# PharmPK Discussion - Rounding rules

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• On 10 Jun 2010 at 10:09:09, William Wolowich (wwolowic.-at-.nova.edu) sent the message
`Group:Reading with interest the conversation on sig figs and rounding. A couple of years ago I was struggling with students not knowing how to round numbers. To my surprise, I wasn't rounding correctly either!  See the following from a math web site (citation lost in the mists of time). Does anyone use this method?  When rounding, examine the figure following (i.e., to the right of) the figure that is to be last. This figure you are examining is the first figure to be dropped. If it is less than 5, drop it and all the figures to the right of it. If it is more than 5, increase by 1 the number to be rounded, that is, the preceding figure. If it is 5, round the number so that it will be even. Keep in mind that zero is considered to be even when rounding off. Example #1 - Suppose you wish to round 62.5347 to four significant figures. Look at the fifth figure. It is a 4, a number less than 5. Therefore, you will simply drop every figure after the fourth, and the original number rounds off to 62.53. Example #2 - Round 3.78721 to three significant figures. Look at the fourth figure. It is 7, a number greater than 5, so you round the original number up to 3.79. Example #3 - Round 726.835 to five significant figures. Look at the sixth figure. It is a 5, so now you must look at the fifth figure also. That is a 3, which is an odd number, so you round the original number up to 726.84. Example #4 - Round 24.8514 to three significant figures. Look at the fourth figure. It is a 5, so now you must also look at the third figure. It is 8, an even number, so you simply drop the 5 and the figures that follow it. The original number becomes 24.8. When the value you intend to round off is a five, you MUST look at the previous value ALSO. If it is even, you round down. If it is odd, you round up. A common question is "Is zero considered odd or even?" The answer is even. Original  excel rules 0.5       1     0 1.5       2     2 2.5       3     2 3.5       4     4 4.5       5     4 5.5       6     6 6.5       7     6 7.5       8     8 8.5       9     8 9.5      10    10 William R. Wolowich, Pharm.D, R.Ph.Chair, Department of Pharmacy PracticeCollege of PharmacyNova Southeastern University[Ansel and Stoklosa, Pharmaceutical Calculations, 12th edition, p20 has rounding rules, #2 -- add 1 to last figure retained if figure to be dropped is 5 or above. No mention of odd/even.Googling gave one reference that calls the method presented above as the "Banker's Rule" ;-)Wikipedia gives quite a collection of methods under the heading "Tie-breaking" see http://en.wikipedia.org/wiki/RoundingAs a Pharmacy Math instructor I find the students have more problems with the related subject of significant figures with numbers above and below 1 - db]`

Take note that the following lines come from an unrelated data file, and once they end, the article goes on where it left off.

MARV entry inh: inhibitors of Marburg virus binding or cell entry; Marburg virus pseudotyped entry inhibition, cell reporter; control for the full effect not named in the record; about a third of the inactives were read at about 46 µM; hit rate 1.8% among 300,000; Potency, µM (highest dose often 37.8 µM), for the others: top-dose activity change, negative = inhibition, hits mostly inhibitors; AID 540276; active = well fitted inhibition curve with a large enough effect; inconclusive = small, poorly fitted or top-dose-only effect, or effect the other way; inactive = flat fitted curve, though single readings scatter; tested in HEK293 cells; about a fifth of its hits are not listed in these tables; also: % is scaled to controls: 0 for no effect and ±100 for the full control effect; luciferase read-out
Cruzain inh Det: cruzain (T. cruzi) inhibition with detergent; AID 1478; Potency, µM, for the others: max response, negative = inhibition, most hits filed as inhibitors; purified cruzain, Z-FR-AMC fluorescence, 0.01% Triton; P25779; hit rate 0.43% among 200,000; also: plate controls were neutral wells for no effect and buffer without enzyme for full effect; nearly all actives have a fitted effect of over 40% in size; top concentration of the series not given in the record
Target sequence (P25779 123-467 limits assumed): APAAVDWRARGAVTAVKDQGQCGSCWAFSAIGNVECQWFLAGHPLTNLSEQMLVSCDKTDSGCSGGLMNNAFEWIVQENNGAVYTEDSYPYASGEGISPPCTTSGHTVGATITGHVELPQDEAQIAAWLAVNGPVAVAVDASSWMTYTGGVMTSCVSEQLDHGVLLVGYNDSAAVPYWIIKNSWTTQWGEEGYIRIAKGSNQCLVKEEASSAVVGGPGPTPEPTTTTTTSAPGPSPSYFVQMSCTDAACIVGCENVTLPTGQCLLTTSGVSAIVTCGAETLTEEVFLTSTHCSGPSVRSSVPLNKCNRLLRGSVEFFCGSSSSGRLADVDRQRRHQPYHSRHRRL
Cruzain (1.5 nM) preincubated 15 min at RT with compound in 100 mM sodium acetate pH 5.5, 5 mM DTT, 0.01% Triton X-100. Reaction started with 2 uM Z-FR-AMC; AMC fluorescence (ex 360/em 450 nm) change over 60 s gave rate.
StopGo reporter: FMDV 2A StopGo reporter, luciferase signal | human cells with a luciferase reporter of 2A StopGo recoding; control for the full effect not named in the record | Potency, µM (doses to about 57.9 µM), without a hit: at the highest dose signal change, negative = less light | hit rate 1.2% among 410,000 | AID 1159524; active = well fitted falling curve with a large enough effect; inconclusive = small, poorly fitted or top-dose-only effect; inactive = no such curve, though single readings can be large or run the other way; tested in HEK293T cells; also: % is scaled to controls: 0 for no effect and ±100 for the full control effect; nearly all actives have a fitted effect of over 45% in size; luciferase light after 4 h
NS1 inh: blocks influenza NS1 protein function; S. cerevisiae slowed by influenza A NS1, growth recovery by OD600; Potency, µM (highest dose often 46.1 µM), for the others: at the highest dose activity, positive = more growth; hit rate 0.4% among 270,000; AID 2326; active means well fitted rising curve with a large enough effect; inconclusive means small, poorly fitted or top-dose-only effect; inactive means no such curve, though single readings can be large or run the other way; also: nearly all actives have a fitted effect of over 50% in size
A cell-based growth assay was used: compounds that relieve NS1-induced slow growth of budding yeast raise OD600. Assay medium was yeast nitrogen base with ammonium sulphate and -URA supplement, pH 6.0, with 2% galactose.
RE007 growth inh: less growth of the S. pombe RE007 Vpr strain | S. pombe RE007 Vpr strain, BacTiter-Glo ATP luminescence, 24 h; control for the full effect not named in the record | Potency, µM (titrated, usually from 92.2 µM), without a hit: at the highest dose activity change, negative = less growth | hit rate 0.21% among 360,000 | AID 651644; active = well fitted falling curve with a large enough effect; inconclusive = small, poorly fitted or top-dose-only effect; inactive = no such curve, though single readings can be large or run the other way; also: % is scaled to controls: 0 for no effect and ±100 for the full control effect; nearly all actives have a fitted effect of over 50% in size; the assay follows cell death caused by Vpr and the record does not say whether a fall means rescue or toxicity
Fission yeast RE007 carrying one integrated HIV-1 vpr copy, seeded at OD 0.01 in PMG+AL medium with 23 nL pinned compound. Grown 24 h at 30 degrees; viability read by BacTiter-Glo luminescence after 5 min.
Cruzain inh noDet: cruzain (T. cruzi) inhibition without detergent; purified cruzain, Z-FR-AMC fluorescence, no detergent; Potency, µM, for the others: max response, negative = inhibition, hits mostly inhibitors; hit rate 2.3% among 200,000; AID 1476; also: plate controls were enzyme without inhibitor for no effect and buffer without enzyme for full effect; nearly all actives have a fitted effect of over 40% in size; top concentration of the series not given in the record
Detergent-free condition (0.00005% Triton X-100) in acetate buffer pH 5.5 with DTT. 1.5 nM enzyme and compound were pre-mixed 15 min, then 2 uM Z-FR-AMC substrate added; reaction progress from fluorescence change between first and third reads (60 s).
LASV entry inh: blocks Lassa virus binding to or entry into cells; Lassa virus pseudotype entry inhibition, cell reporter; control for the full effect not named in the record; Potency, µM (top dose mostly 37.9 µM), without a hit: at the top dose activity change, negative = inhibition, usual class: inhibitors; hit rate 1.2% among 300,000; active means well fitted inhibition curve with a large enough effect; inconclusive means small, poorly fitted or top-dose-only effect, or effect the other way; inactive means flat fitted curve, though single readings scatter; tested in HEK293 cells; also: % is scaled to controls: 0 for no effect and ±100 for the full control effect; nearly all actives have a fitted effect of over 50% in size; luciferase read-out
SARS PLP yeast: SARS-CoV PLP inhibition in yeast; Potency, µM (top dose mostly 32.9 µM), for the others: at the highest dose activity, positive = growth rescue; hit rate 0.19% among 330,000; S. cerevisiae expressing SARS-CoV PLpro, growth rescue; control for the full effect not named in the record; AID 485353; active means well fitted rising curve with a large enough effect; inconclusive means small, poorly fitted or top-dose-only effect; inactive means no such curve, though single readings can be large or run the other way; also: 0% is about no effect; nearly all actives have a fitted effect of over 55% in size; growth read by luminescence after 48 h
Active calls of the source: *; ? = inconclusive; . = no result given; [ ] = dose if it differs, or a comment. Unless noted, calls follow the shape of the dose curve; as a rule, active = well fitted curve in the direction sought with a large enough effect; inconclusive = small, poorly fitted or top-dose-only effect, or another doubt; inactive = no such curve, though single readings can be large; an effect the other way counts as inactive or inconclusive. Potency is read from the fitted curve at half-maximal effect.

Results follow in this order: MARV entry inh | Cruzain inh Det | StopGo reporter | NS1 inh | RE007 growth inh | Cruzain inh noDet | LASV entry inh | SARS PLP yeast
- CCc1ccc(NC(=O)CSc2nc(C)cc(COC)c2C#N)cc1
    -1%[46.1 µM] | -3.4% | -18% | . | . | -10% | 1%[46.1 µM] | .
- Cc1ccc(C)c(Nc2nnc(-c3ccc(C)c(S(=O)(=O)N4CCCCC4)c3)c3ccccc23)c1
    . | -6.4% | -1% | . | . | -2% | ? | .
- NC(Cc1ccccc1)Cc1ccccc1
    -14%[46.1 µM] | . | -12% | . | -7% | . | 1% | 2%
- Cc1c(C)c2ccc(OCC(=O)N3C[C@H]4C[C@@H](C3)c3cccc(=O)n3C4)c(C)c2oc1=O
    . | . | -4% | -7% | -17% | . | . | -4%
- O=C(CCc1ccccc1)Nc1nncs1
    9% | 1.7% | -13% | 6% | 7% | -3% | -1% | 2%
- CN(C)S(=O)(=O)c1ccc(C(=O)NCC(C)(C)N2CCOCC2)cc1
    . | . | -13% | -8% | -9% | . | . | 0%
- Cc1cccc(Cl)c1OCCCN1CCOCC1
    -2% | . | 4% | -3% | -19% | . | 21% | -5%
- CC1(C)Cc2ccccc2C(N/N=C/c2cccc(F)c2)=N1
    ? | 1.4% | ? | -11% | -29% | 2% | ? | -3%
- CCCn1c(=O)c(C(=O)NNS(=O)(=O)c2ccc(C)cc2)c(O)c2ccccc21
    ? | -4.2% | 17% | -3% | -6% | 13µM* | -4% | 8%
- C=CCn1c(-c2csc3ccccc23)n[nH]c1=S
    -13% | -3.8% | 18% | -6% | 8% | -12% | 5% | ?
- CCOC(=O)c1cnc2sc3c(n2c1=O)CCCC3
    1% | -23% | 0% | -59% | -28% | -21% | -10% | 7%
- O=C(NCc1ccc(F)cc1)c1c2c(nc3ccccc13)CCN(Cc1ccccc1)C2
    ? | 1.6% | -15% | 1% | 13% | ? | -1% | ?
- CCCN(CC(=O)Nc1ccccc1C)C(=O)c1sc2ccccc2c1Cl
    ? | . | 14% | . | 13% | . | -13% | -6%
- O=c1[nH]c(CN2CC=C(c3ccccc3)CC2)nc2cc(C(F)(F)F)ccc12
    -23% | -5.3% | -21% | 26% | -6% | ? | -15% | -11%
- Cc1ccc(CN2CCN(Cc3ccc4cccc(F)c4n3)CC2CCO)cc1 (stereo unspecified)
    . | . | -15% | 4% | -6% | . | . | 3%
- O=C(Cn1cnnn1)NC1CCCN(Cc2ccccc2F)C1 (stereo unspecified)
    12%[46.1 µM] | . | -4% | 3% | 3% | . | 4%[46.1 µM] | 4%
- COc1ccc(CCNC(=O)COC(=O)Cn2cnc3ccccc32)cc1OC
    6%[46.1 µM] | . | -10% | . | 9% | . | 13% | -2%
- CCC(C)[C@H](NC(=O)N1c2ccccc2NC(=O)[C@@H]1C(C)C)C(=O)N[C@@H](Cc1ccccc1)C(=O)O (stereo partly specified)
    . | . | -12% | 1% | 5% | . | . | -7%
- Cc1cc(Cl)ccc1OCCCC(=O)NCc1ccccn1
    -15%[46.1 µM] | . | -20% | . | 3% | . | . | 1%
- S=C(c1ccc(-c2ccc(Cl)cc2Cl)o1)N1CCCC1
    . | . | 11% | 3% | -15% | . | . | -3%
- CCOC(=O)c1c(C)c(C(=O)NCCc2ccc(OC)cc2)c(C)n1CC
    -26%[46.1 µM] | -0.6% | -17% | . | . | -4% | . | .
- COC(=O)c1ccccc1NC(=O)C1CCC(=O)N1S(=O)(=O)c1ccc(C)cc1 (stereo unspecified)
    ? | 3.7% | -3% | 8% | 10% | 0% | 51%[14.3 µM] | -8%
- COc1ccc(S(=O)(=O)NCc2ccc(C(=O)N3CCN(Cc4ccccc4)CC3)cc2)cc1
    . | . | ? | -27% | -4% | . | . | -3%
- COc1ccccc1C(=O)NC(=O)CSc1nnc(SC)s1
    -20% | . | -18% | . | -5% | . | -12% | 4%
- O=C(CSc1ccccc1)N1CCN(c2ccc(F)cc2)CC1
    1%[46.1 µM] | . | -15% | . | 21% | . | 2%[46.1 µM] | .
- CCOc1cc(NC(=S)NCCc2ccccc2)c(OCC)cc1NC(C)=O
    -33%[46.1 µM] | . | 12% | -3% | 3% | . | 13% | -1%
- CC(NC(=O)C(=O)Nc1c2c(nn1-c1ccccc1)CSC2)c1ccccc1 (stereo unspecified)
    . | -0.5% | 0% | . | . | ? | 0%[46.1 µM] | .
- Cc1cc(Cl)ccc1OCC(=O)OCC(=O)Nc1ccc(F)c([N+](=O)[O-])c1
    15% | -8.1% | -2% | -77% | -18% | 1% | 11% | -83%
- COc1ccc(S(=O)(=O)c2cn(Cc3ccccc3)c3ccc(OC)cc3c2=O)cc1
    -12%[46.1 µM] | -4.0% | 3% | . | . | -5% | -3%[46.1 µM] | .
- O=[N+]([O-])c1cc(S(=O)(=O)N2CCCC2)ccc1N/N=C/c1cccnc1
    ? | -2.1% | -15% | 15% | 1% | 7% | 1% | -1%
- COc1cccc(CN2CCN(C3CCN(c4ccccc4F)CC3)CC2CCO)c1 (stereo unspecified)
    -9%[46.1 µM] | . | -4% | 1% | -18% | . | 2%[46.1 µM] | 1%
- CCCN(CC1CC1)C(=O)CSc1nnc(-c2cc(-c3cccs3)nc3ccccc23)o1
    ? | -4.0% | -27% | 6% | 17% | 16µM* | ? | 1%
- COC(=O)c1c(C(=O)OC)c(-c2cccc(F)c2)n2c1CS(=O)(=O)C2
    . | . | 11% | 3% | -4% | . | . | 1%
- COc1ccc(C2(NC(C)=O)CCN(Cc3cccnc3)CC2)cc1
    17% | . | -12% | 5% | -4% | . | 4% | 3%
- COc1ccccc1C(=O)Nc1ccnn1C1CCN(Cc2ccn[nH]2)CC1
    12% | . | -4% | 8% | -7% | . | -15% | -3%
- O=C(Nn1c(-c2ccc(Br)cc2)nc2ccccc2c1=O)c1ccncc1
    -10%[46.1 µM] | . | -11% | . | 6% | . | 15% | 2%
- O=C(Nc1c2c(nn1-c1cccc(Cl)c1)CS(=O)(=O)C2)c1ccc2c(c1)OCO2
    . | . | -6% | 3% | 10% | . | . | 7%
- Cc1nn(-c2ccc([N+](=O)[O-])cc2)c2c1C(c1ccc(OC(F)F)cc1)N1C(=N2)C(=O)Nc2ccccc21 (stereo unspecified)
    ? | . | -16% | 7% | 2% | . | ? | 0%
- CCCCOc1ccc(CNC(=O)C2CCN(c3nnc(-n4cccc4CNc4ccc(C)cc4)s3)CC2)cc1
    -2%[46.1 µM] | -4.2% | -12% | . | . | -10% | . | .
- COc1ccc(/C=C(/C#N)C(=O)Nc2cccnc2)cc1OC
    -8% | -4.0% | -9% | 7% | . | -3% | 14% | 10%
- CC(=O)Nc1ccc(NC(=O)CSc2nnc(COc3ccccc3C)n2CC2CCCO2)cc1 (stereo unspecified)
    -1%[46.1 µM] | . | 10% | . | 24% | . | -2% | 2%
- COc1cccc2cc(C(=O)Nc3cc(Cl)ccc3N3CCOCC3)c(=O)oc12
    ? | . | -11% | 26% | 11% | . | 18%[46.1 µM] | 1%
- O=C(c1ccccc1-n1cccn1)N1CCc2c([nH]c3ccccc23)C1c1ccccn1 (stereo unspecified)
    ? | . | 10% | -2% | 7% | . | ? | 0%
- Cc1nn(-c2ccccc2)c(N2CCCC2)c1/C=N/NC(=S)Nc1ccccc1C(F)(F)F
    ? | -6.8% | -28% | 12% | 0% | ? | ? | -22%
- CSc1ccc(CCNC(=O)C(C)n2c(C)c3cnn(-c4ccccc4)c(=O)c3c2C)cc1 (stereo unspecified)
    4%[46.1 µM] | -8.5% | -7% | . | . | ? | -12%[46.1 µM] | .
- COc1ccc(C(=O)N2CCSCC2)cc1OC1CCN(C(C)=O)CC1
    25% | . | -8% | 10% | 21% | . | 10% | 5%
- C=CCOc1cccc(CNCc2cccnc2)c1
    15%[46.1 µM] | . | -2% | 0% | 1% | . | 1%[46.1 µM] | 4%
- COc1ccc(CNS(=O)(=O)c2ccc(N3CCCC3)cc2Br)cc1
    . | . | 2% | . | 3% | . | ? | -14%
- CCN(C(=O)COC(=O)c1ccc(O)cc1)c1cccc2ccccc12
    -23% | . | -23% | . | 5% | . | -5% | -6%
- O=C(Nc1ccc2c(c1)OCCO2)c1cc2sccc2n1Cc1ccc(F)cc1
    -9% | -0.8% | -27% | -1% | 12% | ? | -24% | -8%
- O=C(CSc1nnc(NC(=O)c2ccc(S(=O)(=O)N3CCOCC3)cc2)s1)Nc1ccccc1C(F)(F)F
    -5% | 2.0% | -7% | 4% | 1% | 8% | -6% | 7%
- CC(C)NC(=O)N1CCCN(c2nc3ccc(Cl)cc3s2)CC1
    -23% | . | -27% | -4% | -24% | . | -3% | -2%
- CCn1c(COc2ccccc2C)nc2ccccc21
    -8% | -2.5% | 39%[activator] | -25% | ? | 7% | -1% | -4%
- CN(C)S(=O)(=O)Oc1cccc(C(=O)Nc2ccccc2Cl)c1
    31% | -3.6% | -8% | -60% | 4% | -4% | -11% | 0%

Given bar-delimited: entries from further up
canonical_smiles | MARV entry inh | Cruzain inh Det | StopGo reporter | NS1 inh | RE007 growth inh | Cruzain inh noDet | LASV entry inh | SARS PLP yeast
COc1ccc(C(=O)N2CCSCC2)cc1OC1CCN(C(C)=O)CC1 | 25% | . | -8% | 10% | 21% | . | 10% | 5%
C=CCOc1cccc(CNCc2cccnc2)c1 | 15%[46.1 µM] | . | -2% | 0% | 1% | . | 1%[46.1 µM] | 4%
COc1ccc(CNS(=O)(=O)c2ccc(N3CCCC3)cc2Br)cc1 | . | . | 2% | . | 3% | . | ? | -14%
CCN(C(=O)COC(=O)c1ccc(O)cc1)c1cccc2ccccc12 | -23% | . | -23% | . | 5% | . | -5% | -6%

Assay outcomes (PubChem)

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• On 10 Jun 2010 at 09:26:21, Dennis Fisher (fisher.at.plessthan.com) sent the message
`The following message was posted to: PharmPKDr. Wolowich has described one particular rule relevant to rounding the value 5.  He has selected the "round 5 to even" rule. But, there are other approaches and one needs to be aware of which one is being implemented by particular software:  Excel - rounds up.  R - rounds to evenWikipedia -- http://en.wikipedia.org/wiki/Rounding#Round_half_up -- provides a list of a number of other methods.Dennis Fisher MDP < (The "P Less Than" Company)`
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